Marcia Moody finds the perfect place to unwind – the Admiral Zaton on the Croatian coast.

The water is pale green, and so clear we can see a starfish making its way along the sea bed. The sun glitters off the surface of the water. I can think of nowhere nicer to launch myself from the side of a boat on a gorgeous summer’s day.

We’re on a day trip to the island of Kaprije on Croatia’s Dalmatian Coast where, at Nozdra G-8, all the cooking is done over coals, and the fish is so fresh we see our order being caught as we pop for a pre-lunch swim in the bay. Hair still wet and skin barely dry, we sit down to the freshest fish we have ever tasted – served with a squeeze of lemon and a cold jug of wine.

‘Home’ is the Admiral Zaton, a stylishly simple hotel that’s so light and airy it’s as if it’s been whipped up out of sea foam, but with Netflix and dreamy beds. Located beside the harbour in the town of Zaton, it’s a two-hour drive from Split, and has just 14 rooms. It’s run by Californian couple Megan and Jonathan, who also offer personalised boat excursions up and down the coast.

Croatia might not be known for its wines, but its countryside is laced with vineyards, and I’m quickly converted. A 30-minute drive away is Bibich Winery, an idyllic spot with whitewashed buildings and rampant fruit trees. It also produces flavoured liqueurs, and rakija – a Croatian spirit similar to grappa, which is often flavoured with cherry, walnut, herbs or carob. After sampling the wares, we head to nearby traditional restaurant Konoba Vinko for a rustic Dalmatian feast of ‘peka’ – a slow-cooked pan of lamb, potatoes and carrots that falls apart on our plates. Next day we head to Krka, a vast national park teeming with more than 1,000 plant and flower varieties, plus fantastic waterfalls – Skradinski Buk is the star of the show.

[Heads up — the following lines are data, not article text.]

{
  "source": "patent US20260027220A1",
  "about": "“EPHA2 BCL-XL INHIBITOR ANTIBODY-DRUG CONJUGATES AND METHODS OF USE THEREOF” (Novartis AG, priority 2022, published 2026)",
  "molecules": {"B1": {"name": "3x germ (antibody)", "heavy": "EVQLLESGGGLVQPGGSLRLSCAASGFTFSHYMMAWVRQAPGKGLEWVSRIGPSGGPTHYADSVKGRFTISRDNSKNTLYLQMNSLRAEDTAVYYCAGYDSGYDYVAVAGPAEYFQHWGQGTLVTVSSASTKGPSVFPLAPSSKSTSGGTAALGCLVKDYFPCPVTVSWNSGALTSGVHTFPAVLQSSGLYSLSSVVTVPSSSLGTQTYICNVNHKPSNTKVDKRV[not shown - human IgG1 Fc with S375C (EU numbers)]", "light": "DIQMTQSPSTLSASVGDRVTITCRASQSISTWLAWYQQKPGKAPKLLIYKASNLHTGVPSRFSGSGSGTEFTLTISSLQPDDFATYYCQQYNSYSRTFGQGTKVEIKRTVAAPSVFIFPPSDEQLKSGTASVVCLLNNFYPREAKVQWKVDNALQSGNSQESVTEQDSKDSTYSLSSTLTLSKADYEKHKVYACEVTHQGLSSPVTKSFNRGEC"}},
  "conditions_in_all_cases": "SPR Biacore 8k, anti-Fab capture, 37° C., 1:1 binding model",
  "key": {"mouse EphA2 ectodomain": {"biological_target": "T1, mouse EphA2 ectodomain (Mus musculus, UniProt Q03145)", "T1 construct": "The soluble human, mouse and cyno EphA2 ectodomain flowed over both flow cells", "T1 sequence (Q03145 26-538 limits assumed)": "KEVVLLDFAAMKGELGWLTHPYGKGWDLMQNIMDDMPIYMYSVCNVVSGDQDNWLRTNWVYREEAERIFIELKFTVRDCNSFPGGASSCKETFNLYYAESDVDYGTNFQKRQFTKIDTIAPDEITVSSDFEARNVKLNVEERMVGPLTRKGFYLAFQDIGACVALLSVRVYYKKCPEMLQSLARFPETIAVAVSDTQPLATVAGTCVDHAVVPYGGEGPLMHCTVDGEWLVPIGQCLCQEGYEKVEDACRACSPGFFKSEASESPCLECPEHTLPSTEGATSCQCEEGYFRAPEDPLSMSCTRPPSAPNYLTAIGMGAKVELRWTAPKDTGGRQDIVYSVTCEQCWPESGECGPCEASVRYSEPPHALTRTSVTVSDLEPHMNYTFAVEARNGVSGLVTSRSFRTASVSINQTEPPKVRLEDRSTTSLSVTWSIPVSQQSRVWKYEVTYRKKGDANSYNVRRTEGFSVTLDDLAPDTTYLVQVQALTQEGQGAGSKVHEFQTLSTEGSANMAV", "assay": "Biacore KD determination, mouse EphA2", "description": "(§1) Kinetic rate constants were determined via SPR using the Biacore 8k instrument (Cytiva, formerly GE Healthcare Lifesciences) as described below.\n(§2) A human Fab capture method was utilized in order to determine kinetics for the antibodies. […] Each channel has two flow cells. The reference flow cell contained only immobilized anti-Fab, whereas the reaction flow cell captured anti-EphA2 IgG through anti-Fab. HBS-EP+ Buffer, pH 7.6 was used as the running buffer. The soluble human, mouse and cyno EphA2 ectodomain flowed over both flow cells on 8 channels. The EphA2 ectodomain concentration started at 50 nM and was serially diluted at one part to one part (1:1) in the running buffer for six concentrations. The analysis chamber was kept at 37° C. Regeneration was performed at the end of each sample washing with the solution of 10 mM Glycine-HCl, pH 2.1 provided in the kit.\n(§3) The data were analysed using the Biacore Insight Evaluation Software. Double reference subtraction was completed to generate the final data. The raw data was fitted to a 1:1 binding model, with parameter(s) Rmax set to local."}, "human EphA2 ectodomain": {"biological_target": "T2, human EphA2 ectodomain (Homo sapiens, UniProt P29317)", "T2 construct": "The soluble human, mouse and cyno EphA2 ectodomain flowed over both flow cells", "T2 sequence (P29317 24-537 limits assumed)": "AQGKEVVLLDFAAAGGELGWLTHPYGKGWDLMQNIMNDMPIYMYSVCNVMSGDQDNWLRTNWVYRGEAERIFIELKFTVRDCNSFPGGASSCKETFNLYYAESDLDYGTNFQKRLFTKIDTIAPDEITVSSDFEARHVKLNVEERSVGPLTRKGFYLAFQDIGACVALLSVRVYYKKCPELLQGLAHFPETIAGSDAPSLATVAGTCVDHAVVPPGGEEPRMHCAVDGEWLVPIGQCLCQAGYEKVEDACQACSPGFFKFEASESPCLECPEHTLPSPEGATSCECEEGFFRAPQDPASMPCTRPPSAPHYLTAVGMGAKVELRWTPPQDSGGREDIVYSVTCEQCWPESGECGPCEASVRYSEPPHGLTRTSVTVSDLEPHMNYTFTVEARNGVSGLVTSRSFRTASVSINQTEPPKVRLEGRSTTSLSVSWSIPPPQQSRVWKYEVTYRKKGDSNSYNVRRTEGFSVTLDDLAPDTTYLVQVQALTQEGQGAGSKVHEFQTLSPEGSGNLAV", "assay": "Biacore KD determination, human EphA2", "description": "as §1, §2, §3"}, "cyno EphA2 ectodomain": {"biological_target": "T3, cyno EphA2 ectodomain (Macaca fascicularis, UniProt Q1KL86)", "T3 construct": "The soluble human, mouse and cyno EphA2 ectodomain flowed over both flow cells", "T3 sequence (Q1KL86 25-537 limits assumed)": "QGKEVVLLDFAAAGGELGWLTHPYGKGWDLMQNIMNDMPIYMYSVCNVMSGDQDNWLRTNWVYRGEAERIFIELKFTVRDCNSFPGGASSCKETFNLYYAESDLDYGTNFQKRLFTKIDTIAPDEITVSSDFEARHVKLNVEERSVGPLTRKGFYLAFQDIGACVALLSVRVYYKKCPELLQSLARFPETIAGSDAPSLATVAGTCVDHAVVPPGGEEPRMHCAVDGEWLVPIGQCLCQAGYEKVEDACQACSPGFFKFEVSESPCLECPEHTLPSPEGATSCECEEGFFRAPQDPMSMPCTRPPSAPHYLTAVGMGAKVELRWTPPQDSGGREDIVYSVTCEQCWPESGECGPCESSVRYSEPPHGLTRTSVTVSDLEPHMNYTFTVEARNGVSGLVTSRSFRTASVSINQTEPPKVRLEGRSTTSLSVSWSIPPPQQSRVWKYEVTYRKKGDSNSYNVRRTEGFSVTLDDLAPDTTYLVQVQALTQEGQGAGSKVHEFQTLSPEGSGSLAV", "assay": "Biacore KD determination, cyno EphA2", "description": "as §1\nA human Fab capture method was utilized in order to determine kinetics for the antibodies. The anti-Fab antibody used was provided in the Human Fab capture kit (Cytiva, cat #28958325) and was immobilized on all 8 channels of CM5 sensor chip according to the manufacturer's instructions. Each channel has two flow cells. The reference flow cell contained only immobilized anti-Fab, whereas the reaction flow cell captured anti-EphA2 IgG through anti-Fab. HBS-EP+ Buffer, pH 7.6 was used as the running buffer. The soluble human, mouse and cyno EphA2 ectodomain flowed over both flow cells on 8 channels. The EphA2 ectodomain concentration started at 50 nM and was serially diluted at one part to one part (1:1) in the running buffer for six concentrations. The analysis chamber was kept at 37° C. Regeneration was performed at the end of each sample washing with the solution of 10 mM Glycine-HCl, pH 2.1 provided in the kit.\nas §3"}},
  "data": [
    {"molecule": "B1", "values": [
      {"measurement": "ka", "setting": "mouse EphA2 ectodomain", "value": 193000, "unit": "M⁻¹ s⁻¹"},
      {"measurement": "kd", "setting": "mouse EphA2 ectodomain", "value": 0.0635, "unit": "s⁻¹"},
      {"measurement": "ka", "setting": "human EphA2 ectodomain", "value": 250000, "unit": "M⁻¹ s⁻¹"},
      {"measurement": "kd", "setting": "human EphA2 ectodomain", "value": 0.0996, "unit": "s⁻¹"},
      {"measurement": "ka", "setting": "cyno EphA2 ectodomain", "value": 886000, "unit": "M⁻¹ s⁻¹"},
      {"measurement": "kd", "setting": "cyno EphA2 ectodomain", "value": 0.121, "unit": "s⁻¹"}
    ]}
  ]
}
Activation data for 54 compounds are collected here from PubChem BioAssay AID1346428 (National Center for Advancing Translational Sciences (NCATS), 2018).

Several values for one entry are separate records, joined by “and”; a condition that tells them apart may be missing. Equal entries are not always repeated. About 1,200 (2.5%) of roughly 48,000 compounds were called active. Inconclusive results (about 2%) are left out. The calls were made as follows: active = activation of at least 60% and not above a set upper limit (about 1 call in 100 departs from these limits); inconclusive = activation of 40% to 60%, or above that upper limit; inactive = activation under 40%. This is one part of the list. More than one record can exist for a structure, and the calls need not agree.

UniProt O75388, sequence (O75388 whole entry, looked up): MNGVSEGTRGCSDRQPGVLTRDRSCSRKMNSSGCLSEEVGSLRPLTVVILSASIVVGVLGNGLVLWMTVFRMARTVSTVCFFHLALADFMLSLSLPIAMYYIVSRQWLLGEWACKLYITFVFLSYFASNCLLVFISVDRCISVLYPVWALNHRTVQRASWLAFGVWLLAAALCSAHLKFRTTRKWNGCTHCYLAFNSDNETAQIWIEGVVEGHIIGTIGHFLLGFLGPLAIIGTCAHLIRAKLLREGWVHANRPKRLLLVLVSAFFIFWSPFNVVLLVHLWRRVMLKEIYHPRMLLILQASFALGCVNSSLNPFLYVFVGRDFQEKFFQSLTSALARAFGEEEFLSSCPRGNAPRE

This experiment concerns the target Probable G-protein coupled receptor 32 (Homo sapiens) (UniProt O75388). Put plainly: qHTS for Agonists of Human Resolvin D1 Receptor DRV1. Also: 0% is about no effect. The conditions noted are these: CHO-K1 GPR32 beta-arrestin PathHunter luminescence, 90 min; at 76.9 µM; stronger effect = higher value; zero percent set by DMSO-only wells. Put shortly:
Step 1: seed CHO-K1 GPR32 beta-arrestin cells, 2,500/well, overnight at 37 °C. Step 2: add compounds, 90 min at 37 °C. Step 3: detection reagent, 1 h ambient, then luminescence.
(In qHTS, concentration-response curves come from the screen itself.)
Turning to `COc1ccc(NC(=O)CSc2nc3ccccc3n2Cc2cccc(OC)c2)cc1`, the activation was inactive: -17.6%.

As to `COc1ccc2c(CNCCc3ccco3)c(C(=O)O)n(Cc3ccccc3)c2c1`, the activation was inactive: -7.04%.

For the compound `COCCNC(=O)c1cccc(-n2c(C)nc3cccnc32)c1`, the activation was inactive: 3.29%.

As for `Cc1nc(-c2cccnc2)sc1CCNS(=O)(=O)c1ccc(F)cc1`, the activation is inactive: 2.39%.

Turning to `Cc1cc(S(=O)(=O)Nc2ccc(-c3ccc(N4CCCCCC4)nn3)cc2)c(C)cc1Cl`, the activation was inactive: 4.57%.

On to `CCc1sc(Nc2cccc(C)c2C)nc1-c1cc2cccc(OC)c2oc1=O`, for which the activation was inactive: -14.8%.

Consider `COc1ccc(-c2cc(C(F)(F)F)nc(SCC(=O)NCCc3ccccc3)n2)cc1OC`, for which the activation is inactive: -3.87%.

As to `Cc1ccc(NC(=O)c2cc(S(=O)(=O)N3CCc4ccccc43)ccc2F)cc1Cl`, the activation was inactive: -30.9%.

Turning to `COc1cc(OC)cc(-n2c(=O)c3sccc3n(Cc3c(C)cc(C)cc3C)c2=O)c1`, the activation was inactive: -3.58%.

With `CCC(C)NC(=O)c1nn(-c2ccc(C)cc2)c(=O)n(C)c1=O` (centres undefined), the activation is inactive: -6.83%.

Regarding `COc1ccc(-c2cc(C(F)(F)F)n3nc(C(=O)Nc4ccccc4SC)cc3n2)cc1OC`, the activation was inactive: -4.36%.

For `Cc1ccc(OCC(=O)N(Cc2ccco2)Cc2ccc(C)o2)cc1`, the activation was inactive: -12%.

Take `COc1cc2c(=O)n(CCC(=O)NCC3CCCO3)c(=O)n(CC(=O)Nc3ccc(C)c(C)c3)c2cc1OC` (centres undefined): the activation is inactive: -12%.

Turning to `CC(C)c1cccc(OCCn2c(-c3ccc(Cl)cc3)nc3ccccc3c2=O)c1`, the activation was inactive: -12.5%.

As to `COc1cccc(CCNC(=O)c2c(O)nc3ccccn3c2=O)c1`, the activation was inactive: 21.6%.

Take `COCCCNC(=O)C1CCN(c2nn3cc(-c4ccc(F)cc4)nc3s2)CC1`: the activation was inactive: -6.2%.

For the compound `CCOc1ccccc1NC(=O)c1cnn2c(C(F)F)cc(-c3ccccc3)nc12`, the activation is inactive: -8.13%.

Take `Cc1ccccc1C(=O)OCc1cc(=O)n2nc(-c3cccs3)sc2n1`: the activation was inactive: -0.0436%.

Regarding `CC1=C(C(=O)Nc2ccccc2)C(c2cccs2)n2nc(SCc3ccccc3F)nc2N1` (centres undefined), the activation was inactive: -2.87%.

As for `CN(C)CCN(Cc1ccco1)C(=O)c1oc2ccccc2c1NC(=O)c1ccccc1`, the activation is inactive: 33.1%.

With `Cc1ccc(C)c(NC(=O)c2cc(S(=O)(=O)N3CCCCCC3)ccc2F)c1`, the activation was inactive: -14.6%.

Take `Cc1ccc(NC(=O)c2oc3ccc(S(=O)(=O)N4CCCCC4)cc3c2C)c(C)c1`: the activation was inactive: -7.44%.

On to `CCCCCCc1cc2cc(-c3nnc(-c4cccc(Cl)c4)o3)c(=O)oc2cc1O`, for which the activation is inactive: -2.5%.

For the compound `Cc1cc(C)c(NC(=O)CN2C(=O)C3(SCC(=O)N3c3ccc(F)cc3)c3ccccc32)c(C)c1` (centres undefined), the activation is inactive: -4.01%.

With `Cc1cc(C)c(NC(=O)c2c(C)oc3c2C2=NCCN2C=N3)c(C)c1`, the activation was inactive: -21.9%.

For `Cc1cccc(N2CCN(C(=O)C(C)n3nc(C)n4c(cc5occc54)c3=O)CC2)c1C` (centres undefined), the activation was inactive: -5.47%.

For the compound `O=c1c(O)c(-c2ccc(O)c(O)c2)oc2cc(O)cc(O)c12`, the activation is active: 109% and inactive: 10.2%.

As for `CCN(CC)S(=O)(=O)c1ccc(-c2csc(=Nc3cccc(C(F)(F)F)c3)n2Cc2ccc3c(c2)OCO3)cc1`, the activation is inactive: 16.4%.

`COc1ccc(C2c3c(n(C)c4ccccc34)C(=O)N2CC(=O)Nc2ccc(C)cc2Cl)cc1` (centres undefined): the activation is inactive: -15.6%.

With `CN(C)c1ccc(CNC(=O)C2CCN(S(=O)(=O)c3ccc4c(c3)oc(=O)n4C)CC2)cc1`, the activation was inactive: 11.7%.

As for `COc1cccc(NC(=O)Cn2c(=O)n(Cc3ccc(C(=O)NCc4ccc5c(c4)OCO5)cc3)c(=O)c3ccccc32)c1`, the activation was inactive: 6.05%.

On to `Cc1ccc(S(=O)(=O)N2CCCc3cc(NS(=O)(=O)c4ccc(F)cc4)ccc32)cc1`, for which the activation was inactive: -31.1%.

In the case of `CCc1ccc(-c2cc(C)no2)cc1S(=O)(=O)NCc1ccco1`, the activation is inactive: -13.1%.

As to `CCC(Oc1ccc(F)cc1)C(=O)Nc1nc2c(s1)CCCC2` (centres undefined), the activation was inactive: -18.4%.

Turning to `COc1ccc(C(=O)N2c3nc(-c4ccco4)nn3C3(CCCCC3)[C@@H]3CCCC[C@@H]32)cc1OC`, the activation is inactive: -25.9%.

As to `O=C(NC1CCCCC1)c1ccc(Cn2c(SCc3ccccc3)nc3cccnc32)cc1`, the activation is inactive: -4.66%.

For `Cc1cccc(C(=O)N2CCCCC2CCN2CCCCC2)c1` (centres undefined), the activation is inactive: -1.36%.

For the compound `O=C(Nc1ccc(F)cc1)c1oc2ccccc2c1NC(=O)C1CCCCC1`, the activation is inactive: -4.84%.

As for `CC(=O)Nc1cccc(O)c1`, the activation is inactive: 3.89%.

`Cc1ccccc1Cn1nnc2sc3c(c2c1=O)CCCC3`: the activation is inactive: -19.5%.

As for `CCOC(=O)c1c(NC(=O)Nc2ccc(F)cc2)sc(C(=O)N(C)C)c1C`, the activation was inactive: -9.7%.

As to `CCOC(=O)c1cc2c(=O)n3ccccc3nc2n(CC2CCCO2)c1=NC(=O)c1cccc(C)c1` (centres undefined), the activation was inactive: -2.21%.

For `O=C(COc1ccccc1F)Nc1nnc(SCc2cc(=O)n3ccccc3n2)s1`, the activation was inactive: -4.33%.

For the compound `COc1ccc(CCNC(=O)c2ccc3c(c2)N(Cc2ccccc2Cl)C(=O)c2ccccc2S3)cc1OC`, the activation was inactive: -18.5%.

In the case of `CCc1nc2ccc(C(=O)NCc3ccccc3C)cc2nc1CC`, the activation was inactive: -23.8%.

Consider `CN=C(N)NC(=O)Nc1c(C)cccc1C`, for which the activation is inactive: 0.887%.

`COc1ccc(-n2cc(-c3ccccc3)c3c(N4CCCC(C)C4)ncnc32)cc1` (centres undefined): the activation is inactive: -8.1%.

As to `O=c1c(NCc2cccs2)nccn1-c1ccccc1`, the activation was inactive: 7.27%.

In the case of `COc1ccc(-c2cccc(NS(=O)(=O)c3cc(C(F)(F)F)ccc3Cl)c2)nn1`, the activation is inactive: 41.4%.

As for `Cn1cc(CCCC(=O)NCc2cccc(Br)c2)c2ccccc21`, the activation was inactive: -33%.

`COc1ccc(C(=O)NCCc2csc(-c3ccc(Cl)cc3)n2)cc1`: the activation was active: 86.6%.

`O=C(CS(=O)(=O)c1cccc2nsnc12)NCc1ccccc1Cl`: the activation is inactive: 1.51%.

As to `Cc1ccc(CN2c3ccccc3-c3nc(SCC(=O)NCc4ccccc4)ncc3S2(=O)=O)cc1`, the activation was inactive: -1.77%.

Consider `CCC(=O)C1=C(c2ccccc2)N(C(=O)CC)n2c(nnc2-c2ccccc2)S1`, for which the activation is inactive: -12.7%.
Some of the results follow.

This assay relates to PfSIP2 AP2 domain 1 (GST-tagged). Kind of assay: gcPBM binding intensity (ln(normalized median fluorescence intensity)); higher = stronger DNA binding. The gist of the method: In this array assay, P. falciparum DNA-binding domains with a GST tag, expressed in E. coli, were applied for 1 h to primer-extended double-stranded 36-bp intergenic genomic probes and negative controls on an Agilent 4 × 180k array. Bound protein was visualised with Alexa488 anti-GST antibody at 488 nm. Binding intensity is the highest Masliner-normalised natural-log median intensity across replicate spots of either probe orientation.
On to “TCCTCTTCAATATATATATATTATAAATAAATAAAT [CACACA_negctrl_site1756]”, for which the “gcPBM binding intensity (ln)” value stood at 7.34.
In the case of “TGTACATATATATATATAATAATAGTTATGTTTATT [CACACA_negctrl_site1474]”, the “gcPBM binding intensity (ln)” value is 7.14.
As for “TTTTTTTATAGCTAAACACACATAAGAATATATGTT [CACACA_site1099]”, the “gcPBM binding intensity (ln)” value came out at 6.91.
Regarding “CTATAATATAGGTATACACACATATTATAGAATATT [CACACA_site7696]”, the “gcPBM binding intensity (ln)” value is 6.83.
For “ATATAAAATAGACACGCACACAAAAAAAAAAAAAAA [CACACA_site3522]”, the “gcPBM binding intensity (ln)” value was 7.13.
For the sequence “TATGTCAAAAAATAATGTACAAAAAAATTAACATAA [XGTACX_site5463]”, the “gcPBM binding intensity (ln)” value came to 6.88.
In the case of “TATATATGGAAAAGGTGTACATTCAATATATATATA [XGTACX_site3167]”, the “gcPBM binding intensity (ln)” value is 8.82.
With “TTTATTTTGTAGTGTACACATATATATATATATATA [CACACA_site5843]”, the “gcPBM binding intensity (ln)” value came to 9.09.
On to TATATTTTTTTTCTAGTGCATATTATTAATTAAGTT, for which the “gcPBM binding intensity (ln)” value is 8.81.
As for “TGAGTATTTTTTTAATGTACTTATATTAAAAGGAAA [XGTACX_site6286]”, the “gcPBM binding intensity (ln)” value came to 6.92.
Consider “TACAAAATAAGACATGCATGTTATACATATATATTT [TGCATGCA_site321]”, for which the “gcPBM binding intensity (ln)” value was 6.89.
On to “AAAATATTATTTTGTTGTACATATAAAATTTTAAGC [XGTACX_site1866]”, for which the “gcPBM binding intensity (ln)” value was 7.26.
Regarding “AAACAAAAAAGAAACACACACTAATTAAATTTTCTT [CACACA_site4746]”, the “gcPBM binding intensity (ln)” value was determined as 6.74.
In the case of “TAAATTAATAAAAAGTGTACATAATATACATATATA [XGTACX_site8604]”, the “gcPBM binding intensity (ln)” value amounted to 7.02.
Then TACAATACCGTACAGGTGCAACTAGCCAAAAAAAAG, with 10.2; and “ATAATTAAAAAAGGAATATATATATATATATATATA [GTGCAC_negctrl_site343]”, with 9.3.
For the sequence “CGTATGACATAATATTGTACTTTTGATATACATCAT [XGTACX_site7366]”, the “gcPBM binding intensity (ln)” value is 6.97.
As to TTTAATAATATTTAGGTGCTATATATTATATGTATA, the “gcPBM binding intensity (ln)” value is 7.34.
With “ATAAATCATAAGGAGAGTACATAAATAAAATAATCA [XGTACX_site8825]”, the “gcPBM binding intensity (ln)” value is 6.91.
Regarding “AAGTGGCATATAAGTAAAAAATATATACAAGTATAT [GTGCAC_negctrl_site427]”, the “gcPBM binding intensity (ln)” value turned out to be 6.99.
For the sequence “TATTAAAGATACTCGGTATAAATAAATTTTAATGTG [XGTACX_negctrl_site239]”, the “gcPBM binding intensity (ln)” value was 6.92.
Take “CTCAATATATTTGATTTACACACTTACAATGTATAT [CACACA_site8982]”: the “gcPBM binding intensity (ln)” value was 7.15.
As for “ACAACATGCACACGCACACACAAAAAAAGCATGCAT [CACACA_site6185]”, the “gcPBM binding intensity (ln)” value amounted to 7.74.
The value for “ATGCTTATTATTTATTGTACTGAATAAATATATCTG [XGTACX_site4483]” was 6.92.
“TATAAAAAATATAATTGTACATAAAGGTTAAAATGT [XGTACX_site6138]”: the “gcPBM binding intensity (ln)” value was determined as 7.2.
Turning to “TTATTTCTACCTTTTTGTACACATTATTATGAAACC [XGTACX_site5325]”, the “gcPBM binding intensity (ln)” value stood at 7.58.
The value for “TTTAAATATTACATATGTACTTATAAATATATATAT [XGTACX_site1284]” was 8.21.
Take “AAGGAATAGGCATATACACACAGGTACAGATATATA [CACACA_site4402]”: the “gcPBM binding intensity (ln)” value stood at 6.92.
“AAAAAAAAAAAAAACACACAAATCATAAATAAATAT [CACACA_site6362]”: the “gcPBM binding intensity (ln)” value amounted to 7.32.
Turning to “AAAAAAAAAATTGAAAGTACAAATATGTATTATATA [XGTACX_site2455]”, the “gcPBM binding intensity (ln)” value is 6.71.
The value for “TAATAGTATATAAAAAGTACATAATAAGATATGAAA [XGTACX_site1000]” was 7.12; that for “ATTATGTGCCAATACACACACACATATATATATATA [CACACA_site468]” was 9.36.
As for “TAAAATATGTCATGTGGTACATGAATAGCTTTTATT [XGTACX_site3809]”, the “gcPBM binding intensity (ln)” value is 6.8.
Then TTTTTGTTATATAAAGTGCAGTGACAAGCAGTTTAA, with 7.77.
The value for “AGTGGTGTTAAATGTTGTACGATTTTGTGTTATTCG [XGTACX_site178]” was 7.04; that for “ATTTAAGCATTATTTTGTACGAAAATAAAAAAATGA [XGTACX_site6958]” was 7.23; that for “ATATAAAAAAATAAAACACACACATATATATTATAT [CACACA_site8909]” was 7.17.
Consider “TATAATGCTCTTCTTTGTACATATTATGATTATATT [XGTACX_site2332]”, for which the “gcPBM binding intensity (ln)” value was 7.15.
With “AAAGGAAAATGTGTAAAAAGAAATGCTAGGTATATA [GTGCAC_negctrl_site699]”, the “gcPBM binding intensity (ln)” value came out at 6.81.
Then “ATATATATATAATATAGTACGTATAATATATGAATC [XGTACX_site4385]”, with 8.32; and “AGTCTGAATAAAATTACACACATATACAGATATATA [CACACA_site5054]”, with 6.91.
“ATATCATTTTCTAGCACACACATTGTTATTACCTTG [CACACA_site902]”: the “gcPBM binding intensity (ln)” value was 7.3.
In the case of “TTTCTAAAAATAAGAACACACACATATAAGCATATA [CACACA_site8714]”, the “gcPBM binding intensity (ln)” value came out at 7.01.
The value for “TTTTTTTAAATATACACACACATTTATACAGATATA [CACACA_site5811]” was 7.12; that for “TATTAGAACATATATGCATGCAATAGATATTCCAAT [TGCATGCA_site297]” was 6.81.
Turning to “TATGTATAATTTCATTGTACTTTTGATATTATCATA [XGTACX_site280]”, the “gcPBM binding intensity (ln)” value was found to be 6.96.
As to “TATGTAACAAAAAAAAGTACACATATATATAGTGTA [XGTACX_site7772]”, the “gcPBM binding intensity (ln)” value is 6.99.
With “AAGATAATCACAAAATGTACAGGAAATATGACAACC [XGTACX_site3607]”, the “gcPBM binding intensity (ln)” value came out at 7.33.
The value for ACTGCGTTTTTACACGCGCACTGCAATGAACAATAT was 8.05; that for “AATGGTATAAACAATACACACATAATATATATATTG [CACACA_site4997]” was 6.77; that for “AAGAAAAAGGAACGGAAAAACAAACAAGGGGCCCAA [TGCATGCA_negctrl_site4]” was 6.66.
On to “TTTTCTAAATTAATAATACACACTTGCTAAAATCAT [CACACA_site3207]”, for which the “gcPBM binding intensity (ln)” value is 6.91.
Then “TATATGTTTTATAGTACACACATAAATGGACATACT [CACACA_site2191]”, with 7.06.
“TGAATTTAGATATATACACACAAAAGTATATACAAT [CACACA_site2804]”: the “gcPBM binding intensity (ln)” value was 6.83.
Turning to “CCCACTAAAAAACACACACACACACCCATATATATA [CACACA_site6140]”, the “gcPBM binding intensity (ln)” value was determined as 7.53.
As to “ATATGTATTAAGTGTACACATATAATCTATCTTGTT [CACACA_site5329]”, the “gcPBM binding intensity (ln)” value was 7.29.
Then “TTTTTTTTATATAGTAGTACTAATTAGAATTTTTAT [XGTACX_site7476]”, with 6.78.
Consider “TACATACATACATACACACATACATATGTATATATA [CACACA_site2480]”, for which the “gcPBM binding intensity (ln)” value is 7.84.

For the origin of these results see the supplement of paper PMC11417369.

On our last night we take the boat to Šibenik – a tangle of alleyways, Venetian fortresses and medieval cathedrals. Game Of Thrones fans will recognise it as Braavos. There are food markets – lavender and honey are regional specialities – and, at award-winning restaurant Pelegrini, we sample delicacies such as crispy pigs’ ears and octopus. Don’t forget to wear flat shoes when visiting, unless you enjoy navigating highly polished cobbles like a newborn foal.

Top 3 treats to try:

Cherry rakija – the essential local tipple to try.

Peka – the slow cooking of this local lamb dish traditionally provides the chance for families to gather and gossip.

Dalmatian honey – a delicious gift to bring home.

Getting there:

Doubles at the Admiral Zaton start from €65 per night B&B in April and May, and €95 per night B&B in June. easyjet flies from London Gatwick to Split. 

 

About the author

Marcia Moody